Both the prevalence of myopia and mean SER for children six to eight returned to their pre-pandemic levels. Photo: Getty Images.
The COVID-19 pandemic and its related restrictions persisted for two years after December 2019. Researchers in China believe that the pandemic’s duration and intensity had a significant effect on visual health. Progression of myopia in a school-aged population due to home confinement (January to May 2021) during the COVID-19 pandemic had been previously reported. A key remaining question was whether the myopia spike in children aged six to eight persisted. The team found that the prevalence decreased after home confinement was lifted and returned to pre-pandemic levels. The burden of myopia associated with pandemic-related restrictions among those children was not evident in subsequent cohorts of school-aged children.1
A total of 325,443 children participated in the study (51.4% boys, age range: six to 13). Compared with 2020, the mean spherical equivalent refraction (SER) of children in 2021 increased significantly for those aged six (0.42D) and eight (0.33D). The prevalence of myopia in 2021 was similar to 2019 for each age group (age six: 7.9% vs 5.7%, age seven: 13.9% vs 13.6%, age eight: 29.5% vs 26.2%). Both the prevalence of myopia and mean SER for these children returned to their pre-pandemic levels.
“Younger children are in a critical period of myopia development, and this study’s findings indicated that refractive development in young children may be susceptible to environmental changes,” the authors wrote in their paper published in JAMA Ophthalmology. “These findings support the premise that this age range is a critical period for myopia development and suggest a need to focus preventive interventions for myopia control on children in this age range.”1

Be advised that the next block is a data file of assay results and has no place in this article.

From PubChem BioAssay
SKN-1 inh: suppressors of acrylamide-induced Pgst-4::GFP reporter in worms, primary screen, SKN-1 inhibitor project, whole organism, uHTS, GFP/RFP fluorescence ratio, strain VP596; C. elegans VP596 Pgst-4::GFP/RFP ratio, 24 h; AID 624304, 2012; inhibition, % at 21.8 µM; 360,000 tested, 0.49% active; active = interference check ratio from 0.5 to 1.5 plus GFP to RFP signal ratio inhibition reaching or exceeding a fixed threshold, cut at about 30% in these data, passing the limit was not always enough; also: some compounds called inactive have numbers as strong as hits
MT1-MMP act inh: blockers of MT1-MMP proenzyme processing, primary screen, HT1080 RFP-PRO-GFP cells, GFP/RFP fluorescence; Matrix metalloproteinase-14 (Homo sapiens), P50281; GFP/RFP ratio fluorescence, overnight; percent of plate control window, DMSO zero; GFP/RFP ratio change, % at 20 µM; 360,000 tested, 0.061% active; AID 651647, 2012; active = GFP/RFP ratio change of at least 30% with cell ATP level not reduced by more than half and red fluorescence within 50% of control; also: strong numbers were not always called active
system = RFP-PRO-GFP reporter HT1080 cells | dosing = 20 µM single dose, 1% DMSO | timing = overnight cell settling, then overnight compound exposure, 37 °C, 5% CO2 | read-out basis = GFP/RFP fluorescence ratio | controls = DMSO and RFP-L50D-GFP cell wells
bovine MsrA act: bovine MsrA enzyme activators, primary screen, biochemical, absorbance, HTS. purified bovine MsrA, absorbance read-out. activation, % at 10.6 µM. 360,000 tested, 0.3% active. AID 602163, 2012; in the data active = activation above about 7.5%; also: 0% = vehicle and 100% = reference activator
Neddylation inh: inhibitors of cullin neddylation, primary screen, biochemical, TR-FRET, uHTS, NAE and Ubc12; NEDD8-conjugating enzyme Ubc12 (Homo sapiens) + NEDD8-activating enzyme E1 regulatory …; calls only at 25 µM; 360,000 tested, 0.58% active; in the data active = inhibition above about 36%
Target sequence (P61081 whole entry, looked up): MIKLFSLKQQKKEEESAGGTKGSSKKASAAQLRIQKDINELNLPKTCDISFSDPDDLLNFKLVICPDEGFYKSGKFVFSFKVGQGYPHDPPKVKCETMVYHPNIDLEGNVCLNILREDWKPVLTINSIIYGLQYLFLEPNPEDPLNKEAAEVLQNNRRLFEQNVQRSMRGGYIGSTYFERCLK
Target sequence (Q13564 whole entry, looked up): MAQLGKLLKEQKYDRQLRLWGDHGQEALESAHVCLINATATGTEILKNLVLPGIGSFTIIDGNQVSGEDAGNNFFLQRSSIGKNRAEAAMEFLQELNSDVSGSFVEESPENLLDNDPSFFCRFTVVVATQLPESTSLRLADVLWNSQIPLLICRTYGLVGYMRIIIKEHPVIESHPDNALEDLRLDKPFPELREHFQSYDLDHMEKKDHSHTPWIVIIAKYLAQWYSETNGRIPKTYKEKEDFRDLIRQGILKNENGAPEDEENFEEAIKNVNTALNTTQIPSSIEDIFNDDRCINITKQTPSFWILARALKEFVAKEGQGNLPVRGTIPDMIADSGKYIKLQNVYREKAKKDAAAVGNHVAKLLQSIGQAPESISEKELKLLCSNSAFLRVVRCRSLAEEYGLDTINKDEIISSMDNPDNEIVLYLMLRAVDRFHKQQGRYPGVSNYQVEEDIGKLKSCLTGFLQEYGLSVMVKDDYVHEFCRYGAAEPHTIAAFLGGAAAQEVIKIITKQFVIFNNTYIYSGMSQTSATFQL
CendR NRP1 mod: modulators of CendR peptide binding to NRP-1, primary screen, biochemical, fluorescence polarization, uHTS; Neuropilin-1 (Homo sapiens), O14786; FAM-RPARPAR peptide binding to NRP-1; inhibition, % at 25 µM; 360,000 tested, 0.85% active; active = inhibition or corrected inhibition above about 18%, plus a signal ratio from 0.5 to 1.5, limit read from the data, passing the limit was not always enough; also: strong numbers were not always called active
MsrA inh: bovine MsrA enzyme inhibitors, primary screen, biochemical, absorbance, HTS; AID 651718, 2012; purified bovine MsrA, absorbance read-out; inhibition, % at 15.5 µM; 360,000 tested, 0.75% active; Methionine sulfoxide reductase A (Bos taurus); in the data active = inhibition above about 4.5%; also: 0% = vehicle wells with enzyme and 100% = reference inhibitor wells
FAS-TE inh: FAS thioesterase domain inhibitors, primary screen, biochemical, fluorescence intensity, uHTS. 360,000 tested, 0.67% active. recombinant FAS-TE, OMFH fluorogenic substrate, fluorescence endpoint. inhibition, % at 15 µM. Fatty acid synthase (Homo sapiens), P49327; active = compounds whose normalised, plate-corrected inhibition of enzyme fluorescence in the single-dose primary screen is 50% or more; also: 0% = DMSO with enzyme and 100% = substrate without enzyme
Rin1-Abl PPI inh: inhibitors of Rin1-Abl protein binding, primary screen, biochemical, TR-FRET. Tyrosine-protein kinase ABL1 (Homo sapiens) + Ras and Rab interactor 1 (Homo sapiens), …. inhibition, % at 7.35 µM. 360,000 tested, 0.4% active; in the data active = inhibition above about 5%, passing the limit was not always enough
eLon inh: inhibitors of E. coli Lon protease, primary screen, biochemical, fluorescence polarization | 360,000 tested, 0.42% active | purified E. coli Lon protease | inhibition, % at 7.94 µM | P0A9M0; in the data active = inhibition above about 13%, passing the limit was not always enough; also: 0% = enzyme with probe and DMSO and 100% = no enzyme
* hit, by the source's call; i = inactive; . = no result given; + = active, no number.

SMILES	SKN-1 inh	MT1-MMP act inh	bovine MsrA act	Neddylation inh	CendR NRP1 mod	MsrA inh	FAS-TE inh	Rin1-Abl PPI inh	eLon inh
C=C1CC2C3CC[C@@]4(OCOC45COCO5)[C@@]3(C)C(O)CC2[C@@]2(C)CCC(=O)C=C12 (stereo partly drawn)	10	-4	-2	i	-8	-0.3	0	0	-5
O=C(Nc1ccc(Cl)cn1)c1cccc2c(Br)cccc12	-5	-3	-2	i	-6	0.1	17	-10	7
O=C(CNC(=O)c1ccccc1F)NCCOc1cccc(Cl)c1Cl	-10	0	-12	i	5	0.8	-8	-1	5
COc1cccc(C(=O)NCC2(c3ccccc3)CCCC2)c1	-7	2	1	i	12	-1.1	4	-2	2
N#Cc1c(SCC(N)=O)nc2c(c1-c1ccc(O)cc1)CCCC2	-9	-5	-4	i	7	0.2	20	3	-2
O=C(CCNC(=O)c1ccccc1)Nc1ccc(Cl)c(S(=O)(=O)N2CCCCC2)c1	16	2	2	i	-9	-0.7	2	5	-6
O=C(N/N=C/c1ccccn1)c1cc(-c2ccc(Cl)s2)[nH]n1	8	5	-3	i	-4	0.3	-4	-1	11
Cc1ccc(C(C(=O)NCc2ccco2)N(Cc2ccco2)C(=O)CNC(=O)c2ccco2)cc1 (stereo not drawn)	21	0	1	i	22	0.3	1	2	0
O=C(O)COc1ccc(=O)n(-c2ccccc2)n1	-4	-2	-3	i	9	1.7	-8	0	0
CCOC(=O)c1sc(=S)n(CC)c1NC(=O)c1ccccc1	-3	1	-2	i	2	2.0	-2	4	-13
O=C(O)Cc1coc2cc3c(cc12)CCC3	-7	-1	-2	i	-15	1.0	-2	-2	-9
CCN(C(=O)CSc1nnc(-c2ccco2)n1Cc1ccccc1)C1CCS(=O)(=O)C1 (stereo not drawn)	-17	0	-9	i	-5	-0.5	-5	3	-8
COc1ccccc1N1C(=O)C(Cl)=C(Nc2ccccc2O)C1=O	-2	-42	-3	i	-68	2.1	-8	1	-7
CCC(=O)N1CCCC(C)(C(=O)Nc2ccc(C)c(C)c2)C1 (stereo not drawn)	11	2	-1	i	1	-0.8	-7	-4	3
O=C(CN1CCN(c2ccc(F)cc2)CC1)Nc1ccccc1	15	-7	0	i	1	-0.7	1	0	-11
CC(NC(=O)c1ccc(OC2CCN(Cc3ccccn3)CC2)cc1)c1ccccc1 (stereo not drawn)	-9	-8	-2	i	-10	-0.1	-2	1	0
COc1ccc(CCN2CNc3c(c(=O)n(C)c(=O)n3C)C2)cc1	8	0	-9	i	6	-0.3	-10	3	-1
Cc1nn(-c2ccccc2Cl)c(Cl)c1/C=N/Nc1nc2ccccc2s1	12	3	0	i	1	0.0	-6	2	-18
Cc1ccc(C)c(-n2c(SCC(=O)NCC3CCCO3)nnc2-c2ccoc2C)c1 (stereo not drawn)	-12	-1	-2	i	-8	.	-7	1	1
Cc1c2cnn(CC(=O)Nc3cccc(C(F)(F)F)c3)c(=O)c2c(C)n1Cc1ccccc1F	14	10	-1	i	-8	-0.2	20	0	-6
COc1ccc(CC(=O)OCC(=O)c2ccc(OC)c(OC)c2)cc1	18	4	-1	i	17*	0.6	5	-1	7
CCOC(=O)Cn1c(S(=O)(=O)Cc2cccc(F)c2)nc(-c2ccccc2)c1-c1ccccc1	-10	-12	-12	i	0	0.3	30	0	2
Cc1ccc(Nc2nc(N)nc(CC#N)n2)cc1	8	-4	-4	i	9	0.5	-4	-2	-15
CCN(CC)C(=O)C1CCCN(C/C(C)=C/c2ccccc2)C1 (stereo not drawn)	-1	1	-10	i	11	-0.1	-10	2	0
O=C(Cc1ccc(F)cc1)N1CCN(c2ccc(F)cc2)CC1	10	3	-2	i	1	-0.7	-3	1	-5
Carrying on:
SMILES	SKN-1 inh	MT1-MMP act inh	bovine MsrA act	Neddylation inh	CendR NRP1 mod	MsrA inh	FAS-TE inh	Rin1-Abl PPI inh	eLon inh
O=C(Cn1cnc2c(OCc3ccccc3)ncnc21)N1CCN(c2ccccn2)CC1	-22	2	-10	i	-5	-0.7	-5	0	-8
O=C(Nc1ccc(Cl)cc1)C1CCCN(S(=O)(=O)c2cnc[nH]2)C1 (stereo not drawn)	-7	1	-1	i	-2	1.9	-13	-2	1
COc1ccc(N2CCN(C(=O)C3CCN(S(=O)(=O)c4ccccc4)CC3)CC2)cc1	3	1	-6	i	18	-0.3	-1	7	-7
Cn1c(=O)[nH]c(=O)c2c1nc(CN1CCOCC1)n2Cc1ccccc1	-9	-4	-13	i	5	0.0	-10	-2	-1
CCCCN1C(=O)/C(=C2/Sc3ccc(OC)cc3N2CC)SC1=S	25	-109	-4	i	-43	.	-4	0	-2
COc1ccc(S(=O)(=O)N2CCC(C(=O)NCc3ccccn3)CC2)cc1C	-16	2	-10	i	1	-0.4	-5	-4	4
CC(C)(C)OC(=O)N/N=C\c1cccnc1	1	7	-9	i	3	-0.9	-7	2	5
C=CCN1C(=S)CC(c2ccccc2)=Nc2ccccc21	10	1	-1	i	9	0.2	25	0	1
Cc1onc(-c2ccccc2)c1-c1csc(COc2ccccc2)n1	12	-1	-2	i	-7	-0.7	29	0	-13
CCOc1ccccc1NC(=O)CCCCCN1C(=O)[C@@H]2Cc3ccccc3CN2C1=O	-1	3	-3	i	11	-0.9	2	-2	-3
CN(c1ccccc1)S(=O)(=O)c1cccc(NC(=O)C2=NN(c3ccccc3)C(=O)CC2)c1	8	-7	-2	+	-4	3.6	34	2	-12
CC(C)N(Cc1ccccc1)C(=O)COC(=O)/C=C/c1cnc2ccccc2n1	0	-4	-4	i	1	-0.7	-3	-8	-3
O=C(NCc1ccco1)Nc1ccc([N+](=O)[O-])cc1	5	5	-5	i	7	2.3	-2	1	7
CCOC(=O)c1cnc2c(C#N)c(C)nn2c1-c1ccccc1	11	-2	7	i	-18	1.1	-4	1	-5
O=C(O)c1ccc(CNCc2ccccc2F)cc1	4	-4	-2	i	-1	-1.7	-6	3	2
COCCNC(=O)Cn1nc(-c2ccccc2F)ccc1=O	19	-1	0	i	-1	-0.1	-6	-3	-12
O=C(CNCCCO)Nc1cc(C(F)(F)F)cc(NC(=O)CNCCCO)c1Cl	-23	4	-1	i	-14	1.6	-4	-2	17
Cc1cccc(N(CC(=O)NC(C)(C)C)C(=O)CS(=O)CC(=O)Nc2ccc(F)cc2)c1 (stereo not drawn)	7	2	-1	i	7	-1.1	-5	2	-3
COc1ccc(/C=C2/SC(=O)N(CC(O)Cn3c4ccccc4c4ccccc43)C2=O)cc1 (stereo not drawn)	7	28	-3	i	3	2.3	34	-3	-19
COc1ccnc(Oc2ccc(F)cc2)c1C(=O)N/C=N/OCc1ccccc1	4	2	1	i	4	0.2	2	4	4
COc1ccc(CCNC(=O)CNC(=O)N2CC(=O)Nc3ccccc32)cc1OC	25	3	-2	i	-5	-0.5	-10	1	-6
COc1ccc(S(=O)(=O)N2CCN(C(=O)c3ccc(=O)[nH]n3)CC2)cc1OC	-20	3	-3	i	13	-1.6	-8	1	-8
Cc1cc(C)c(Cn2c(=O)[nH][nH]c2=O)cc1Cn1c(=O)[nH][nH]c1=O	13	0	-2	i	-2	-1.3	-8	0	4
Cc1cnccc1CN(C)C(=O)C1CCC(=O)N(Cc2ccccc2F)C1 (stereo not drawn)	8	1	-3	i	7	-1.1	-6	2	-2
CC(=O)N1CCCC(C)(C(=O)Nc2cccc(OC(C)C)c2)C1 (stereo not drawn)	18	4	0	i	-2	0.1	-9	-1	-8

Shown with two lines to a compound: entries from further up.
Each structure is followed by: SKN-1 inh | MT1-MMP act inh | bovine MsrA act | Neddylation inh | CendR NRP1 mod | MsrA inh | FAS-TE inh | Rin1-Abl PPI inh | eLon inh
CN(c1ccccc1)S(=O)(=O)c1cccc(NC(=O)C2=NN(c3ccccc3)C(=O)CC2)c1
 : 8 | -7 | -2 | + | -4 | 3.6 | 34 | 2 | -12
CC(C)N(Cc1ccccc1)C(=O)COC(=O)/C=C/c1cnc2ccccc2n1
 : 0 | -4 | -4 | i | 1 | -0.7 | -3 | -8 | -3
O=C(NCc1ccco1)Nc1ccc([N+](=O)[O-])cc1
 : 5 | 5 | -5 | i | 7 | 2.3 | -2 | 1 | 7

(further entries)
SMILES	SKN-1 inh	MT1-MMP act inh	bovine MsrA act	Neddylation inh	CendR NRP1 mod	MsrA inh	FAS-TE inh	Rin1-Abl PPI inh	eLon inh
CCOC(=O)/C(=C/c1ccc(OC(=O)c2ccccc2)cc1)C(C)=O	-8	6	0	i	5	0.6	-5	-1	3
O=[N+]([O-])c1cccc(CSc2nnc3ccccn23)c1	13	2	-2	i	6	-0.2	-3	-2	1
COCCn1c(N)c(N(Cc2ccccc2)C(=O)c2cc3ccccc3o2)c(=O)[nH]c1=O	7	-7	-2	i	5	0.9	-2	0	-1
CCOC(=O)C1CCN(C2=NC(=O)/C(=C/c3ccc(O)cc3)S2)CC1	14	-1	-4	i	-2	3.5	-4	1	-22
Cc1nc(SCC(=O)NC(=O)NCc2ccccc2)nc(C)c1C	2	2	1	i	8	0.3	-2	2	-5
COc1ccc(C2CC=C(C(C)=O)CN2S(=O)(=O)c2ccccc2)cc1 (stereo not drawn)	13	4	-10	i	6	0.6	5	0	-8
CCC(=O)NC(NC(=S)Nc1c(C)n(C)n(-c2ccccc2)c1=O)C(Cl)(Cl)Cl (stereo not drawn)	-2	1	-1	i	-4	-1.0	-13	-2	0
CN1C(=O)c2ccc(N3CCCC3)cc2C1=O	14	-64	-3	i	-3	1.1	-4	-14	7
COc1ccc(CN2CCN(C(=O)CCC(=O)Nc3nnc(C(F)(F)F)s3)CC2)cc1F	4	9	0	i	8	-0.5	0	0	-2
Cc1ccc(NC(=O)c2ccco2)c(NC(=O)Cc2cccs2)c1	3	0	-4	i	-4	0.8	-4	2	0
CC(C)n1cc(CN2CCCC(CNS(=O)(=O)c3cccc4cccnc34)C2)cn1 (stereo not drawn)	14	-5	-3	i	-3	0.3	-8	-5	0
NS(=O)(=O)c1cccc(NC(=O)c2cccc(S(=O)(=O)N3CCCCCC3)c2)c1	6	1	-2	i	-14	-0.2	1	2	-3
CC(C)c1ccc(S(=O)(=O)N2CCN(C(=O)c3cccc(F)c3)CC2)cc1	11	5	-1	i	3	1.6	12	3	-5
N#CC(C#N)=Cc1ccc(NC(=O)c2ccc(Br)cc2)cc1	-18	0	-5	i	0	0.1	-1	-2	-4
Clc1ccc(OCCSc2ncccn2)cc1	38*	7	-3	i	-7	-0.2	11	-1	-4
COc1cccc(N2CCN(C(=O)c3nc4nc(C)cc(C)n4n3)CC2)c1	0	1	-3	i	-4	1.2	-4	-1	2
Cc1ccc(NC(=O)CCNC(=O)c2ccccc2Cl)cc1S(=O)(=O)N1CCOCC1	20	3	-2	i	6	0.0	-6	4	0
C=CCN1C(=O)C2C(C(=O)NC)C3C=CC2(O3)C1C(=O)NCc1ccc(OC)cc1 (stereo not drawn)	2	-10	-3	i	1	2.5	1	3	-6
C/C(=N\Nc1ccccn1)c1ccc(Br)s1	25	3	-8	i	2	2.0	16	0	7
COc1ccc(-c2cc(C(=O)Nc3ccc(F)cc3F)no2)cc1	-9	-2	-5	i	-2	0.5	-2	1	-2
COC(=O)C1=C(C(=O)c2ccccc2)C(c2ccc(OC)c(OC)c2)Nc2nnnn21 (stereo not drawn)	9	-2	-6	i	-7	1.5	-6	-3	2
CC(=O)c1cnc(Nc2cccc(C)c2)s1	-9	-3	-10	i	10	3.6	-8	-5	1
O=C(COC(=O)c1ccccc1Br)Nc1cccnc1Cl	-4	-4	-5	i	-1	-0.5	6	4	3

A commentary also published in JAMA Ophthalmology noted, “The most likely explanation for this reversal in myopia is that the lack of cycloplegia in the examination protocol gave a spurious result in children who had spent nearly two months looking at their close environment and may have developed accommodative spasm.”2
The authors of the commentary also proposed that the children’s testing distance changed in this study as part of physical distancing measures as another additional confounder may also have affected the results.
Additionally, they mentioned that it is difficult to know whether countries without the very high rates of myopia in primary school-aged children had a similar rise and fall.
“We need to know what has happened in cities and regions with lower rates of myopia and particularly those cities with very prolonged lockdowns, such as Melbourne, Australia and Buenos Aires, Argentina,” the author wrote. “Are there existing pre-COVID studies of cycloplegic refractions and axial length that could be compared with those of current populations?”2
1. Wang J, Han Y, Musch DC, et al. Evaluation and follow-up of myopia prevalence among school-aged children subsequent to the COVID-19 home confinement in Feicheng, China. JAMA Ophthalmol. February 23, 2023. [Epub ahead of print].
2. Mackey DA, Lee SSY. When two epidemics collide—COVID-19 and Myopia. JAMA Ophthalmol. February 23, 2023. [Epub ahead of print].